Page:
Songs from the Second Floor is a Swedish black comedy-drama film which was released to cinemas in Sweden on 6 October 2000, written and directed by Roy Andersson. It presents a series of disconnected vignettes that together interrogate aspects of modern life. The film uses many quotations from the work of the Peruvian poet César Vallejo as a recurring motif.
Summer with Monika is a 1953 Swedish romance film directed by Ingmar Bergman, based on Per Anders Fogelström's 1951 novel of the same title. It was controversial abroad at the time of its first release for its frank depiction of nudity and, along with the film One Summer of Happiness from the year before, directed by Arne Mattsson, it helped to create the reputation of Sweden as a sexually liberated country.
You, the Living is a 2007 Swedish black comedy-drama film written and directed by Roy Andersson. The film is an exploration of the "grandeur of existence," centered on the lives of a group of individuals, such as an overweight woman, a disgruntled psychiatrist, a heartbroken groupie, a carpenter, a business consultant, and a school teacher with emotional problems and her rug-selling husband. The basis for the film is an Old Norse proverb, "Man is man's delight," taken from the Poetic Edda poem Hávamál. The title comes from a stanza in Goethe's Roman Elegies, which also appears as a title card in the beginning of the film: "Therefore rejoice, you, the living, in your lovely warm bed, until Lethe's cold wave wets your fleeing foot."
Something Happened is a Swedish film directed by Roy Andersson. The film was conceived as an educational film about AIDS, but raised controversy and was withdrawn. The film claims that HIV was developed in American military laboratories, and that its well-established African origin is a cover-up conspiracy by the Americans. Today the film is regarded as a significant step in the development of the style seen in the director's later and more acclaimed films.
Involuntary is a 2008 Swedish film directed by Ruben Östlund described as "a tragic comedy or comic tragedy." It features five parallel stories with human group behaviour as the common theme. The film is notable for its long takes with no cuts within the scenes. This is related to Östlund's background as a skiing film director, where a cut would only indicate failure. The longest scene lasts for seven minutes.
Giliap is a 1975 Swedish drama film directed by Roy Andersson, starring Thommy Berggren as a man who takes a job as a waiter at a run-down hotel. It was a financial and critical failure, and it led to Andersson's not making another feature film for 25 years. Andersson admitted that the film contains flaws, and he said that the main reason for them was that he was not completely in control of the production, and therefore he had to compromise in several scenes. He also suggested that the audience was not ready for the film, expecting it to be more similar to his previous film A Swedish Love Story: "I think they didn't understand what I was doing. Later, when Kubrick came out with Barry Lyndon, people accepted that – it's the same mood. But these things take time."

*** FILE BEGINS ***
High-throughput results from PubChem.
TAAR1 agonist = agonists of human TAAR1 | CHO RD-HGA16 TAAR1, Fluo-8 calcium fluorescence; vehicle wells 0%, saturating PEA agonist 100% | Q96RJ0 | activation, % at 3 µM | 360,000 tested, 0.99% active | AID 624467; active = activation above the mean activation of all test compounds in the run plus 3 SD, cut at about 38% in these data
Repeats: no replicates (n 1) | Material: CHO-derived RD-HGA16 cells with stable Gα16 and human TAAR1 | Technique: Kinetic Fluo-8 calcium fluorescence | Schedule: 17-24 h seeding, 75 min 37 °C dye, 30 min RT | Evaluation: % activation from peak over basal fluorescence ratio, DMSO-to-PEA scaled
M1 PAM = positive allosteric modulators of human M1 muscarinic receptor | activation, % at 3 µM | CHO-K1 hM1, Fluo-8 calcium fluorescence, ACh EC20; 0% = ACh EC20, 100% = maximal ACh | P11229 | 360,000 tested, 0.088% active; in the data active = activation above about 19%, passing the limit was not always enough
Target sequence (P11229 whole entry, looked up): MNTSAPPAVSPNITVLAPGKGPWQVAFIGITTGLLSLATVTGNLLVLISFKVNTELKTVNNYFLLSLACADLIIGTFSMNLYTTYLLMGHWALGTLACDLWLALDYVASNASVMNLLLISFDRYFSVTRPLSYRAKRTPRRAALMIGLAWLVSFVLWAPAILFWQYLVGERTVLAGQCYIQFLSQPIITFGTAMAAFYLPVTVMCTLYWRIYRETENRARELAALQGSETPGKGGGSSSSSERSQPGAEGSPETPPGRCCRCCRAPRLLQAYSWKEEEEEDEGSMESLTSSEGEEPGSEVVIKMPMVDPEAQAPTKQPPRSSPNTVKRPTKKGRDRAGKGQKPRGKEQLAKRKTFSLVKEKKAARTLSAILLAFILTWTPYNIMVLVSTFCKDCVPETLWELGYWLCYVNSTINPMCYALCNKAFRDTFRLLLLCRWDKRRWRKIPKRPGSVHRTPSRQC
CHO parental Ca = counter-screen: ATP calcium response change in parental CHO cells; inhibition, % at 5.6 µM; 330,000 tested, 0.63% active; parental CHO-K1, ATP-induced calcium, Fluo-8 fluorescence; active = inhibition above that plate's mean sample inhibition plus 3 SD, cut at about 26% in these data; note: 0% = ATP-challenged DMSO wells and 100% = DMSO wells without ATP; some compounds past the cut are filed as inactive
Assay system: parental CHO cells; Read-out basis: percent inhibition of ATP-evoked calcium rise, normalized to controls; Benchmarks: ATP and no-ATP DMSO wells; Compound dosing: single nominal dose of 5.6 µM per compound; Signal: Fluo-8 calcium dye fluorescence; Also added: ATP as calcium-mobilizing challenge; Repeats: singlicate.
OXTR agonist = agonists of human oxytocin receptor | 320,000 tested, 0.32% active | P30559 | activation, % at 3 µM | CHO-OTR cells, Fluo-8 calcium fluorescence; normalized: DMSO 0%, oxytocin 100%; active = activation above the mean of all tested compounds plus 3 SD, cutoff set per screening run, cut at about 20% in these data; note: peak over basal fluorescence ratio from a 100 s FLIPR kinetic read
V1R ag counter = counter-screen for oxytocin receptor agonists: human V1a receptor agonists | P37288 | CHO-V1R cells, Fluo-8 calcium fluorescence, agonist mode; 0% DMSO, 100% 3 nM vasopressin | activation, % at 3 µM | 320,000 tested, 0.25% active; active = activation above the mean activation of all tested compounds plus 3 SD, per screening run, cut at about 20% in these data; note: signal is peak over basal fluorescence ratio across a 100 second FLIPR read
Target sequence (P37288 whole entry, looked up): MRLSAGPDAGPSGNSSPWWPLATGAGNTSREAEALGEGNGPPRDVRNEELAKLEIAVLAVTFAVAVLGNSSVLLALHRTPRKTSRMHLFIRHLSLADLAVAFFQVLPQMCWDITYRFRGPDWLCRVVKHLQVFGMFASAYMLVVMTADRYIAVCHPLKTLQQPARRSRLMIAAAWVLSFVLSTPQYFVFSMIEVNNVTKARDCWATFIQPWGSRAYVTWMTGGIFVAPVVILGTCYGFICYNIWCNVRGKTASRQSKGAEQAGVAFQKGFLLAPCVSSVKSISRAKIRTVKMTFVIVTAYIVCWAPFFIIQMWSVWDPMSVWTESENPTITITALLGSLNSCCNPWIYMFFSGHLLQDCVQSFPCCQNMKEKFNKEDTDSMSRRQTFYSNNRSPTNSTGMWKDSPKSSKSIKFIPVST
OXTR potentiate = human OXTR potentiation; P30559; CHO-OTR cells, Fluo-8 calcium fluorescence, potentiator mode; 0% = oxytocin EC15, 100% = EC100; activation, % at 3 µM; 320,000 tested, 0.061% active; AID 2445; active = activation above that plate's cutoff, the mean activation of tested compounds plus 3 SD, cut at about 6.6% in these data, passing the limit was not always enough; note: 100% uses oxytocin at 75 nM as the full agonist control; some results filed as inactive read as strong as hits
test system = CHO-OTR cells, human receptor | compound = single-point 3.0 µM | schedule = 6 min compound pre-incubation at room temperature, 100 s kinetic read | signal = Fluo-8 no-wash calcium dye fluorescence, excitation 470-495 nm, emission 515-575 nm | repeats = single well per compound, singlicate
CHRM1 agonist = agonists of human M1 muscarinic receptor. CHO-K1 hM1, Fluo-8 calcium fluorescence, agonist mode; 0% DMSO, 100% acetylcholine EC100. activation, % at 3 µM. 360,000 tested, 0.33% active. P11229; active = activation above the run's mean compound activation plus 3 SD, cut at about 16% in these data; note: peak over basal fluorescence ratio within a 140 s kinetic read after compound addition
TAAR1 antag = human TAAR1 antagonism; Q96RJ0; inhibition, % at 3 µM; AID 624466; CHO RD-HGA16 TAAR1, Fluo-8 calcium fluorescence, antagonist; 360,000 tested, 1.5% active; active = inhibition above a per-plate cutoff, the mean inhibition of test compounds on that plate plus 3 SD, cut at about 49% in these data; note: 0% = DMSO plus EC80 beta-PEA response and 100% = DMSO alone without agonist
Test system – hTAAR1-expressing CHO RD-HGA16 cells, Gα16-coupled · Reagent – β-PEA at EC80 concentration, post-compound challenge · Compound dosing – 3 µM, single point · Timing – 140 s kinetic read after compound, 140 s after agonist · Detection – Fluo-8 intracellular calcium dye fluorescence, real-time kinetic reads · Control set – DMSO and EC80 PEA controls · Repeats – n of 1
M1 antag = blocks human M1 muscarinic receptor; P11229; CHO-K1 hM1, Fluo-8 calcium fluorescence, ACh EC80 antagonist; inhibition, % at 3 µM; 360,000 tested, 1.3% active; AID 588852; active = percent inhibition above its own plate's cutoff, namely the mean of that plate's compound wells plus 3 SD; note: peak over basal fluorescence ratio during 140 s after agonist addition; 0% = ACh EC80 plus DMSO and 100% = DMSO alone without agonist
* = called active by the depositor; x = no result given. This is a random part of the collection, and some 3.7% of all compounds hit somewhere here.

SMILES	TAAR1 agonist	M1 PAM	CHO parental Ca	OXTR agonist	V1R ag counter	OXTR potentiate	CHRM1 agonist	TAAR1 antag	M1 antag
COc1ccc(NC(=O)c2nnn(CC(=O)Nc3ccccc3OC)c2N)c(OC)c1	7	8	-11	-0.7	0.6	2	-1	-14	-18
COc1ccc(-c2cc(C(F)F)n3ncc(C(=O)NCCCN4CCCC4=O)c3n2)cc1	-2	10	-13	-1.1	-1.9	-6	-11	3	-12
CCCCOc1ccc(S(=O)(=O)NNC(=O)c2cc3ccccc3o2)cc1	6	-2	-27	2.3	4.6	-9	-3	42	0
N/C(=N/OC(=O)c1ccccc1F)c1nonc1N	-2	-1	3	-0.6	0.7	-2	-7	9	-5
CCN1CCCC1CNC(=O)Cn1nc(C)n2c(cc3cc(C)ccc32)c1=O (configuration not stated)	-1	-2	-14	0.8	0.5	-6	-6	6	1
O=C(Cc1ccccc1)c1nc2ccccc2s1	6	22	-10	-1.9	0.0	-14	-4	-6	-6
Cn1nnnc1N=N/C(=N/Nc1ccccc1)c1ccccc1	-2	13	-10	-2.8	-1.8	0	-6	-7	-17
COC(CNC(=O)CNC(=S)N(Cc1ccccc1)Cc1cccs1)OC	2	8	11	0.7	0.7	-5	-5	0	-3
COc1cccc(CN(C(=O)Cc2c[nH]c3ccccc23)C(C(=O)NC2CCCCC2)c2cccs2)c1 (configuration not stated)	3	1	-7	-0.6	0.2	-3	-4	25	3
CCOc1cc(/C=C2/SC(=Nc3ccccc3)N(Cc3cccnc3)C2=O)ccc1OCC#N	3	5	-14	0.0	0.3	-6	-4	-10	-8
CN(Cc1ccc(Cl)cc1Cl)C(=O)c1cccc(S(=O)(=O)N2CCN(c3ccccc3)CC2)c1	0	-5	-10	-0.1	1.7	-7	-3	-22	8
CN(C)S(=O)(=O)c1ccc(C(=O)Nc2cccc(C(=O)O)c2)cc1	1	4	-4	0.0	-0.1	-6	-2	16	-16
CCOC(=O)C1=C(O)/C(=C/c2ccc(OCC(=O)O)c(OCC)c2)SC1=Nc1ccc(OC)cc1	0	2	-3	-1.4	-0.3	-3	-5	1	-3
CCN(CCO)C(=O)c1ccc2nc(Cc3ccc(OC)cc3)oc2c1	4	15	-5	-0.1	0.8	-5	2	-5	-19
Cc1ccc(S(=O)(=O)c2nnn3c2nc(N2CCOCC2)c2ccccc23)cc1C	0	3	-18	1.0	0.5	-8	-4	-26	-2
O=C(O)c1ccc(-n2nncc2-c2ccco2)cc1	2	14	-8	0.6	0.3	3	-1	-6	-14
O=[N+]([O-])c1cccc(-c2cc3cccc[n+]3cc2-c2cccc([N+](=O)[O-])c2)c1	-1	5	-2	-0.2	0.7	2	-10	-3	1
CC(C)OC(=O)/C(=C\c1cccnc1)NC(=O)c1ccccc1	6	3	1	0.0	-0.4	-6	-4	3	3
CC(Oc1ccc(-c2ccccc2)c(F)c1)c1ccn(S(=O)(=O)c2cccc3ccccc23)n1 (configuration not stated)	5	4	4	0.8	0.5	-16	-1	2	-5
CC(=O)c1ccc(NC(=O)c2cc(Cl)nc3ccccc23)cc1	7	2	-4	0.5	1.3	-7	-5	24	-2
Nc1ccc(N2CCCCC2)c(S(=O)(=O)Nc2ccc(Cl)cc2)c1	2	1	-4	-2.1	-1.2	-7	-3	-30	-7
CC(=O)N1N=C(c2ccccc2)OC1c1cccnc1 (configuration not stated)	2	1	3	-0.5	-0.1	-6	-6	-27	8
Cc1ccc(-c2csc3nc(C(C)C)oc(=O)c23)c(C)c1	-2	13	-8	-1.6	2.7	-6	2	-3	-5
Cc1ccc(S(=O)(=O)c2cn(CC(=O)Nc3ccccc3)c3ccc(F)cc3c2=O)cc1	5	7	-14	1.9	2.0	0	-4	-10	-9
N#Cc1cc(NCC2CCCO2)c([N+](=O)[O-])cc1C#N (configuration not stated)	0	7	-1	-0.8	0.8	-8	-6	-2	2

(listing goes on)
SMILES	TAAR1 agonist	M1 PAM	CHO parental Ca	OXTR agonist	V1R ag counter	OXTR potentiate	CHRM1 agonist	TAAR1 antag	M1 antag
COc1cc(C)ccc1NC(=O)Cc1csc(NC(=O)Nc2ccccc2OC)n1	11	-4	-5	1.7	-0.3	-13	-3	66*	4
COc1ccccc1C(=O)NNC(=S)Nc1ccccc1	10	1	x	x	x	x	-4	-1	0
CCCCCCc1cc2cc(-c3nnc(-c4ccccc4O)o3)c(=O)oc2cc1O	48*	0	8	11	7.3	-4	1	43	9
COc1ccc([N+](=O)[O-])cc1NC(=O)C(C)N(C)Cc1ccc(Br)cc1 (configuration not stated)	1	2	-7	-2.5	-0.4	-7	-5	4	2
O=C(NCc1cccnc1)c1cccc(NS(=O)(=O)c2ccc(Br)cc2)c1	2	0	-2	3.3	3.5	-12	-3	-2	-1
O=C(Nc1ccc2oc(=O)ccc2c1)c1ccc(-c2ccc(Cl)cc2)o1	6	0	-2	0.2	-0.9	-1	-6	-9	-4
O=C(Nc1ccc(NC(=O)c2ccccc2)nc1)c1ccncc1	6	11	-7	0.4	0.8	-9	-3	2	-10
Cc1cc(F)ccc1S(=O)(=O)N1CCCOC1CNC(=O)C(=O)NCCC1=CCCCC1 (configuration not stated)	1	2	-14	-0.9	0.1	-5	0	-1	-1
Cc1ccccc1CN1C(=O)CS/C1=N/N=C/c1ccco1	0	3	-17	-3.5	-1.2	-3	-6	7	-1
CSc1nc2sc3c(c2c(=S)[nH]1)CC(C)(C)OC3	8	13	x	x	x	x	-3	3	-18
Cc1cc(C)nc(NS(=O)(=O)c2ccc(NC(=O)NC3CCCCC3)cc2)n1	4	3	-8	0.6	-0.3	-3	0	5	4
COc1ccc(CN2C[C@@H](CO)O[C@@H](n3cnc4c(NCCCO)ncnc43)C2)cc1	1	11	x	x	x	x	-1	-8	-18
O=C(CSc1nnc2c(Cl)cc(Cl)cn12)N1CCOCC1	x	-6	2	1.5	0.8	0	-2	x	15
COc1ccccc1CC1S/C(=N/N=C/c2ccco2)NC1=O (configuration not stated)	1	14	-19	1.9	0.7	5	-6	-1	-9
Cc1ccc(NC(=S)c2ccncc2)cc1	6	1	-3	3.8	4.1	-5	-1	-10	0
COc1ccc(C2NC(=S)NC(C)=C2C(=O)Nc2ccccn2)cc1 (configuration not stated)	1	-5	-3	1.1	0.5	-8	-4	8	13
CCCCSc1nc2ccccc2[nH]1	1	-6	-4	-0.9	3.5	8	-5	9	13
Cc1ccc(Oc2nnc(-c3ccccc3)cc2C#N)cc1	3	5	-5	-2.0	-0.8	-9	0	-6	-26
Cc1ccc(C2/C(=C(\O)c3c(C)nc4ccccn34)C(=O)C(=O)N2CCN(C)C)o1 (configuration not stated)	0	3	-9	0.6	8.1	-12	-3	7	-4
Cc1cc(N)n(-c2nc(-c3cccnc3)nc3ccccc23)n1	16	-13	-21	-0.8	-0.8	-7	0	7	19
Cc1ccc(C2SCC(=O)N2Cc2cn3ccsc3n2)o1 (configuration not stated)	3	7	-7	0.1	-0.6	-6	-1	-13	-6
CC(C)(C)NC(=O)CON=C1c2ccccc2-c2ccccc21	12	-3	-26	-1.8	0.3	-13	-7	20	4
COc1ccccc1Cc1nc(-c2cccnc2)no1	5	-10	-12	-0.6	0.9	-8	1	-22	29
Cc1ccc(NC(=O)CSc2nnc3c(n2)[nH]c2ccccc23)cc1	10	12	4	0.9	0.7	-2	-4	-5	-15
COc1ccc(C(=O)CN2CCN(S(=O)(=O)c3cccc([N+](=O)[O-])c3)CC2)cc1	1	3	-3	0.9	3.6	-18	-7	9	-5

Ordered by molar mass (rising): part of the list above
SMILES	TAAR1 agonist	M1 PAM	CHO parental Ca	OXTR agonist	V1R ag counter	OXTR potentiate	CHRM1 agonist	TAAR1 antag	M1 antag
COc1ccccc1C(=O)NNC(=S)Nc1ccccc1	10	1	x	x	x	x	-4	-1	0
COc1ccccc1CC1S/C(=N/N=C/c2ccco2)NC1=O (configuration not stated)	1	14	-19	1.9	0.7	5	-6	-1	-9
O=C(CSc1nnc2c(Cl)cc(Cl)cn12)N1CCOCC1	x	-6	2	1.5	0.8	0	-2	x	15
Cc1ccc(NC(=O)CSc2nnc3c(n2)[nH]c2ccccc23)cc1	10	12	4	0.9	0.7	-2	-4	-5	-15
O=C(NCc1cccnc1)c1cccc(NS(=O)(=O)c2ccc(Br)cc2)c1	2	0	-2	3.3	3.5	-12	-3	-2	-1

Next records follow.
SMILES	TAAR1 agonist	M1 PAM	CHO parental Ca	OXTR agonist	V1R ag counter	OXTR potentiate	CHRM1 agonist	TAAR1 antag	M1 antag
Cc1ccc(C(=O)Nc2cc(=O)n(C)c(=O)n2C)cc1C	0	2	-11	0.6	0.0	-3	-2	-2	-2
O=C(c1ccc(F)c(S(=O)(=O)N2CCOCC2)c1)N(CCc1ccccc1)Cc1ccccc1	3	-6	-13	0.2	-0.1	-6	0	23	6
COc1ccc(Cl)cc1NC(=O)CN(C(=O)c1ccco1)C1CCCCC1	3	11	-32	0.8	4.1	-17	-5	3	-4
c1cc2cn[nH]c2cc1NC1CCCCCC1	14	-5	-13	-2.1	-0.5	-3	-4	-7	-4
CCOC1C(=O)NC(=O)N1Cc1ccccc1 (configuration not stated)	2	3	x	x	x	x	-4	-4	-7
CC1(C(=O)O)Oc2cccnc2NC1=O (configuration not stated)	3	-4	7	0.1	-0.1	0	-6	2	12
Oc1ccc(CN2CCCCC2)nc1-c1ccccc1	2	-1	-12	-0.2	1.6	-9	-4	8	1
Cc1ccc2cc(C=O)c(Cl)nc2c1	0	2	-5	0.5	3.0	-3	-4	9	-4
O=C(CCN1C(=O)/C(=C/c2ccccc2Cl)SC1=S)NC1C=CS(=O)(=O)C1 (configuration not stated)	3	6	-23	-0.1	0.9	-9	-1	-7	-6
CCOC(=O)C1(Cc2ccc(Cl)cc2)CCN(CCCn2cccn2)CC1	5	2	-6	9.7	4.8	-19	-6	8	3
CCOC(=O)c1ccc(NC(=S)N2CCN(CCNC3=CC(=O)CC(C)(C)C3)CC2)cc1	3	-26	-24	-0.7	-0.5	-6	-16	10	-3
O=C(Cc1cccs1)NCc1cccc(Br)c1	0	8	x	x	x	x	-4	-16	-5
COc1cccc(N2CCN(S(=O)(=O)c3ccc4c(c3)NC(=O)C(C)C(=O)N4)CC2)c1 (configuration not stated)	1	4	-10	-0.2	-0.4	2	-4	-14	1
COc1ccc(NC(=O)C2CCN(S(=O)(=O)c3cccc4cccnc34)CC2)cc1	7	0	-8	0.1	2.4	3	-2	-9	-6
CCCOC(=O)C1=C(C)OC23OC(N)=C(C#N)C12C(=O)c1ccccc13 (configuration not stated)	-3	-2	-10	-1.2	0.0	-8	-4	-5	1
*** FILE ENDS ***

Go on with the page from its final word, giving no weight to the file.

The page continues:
The Last Sentence is a Swedish film from 2012, directed by Jan Troell and starring Jesper Christensen, Pernilla August, Björn Granath and Ulla Skoog. It is set between 1933 and 1945, and focuses on the life and career of Torgny Segerstedt, a Swedish newspaper editor who was a prominent critic of Hitler and the Nazis during a period when the Swedish government and monarch were intent on maintaining Sweden's neutrality and avoiding tensions with Germany. The film also deals with Segerstedt's relations with his wife, his mistress, and his mistress's husband.
Palme is a Swedish documentary film from 2012 directed, and written by Maud Nycander and Kristina Lindström. The film is a biographical portrait of the former Prime Minister Olof Palme, and covers his life from childhood to the role as a leading figure of Swedish politics.
Tomorrow's Another Day may refer to:
A Pigeon Sat on a Branch Reflecting on Existence is a 2014 internationally co-produced black comedy-drama film written and directed by Roy Andersson. It is the third installment in his "Living" trilogy, following Songs from the Second Floor (2000) and You, the Living (2007). It premiered at the 71st Venice International Film Festival where it was awarded the Golden Lion for Best Film. It was selected as the Swedish entry for the Best Foreign Language Film at the 88th Academy Awards but it was not nominated.
Bergman: A Year in a Life, Swedish: Bergman - ett år, ett liv, is a 2018 Swedish-Norwegian documentary film directed by Jane Magnusson. Journeying through 1957, the year Ingmar Bergman released two of his most acclaimed features, made a TV film and directed four plays for theatre, Magnusson has amassed a wealth of archive and contemporary interviews, along with a selection of clips from his vast body of work. Film has its premiere on 71st Cannes Film Festival.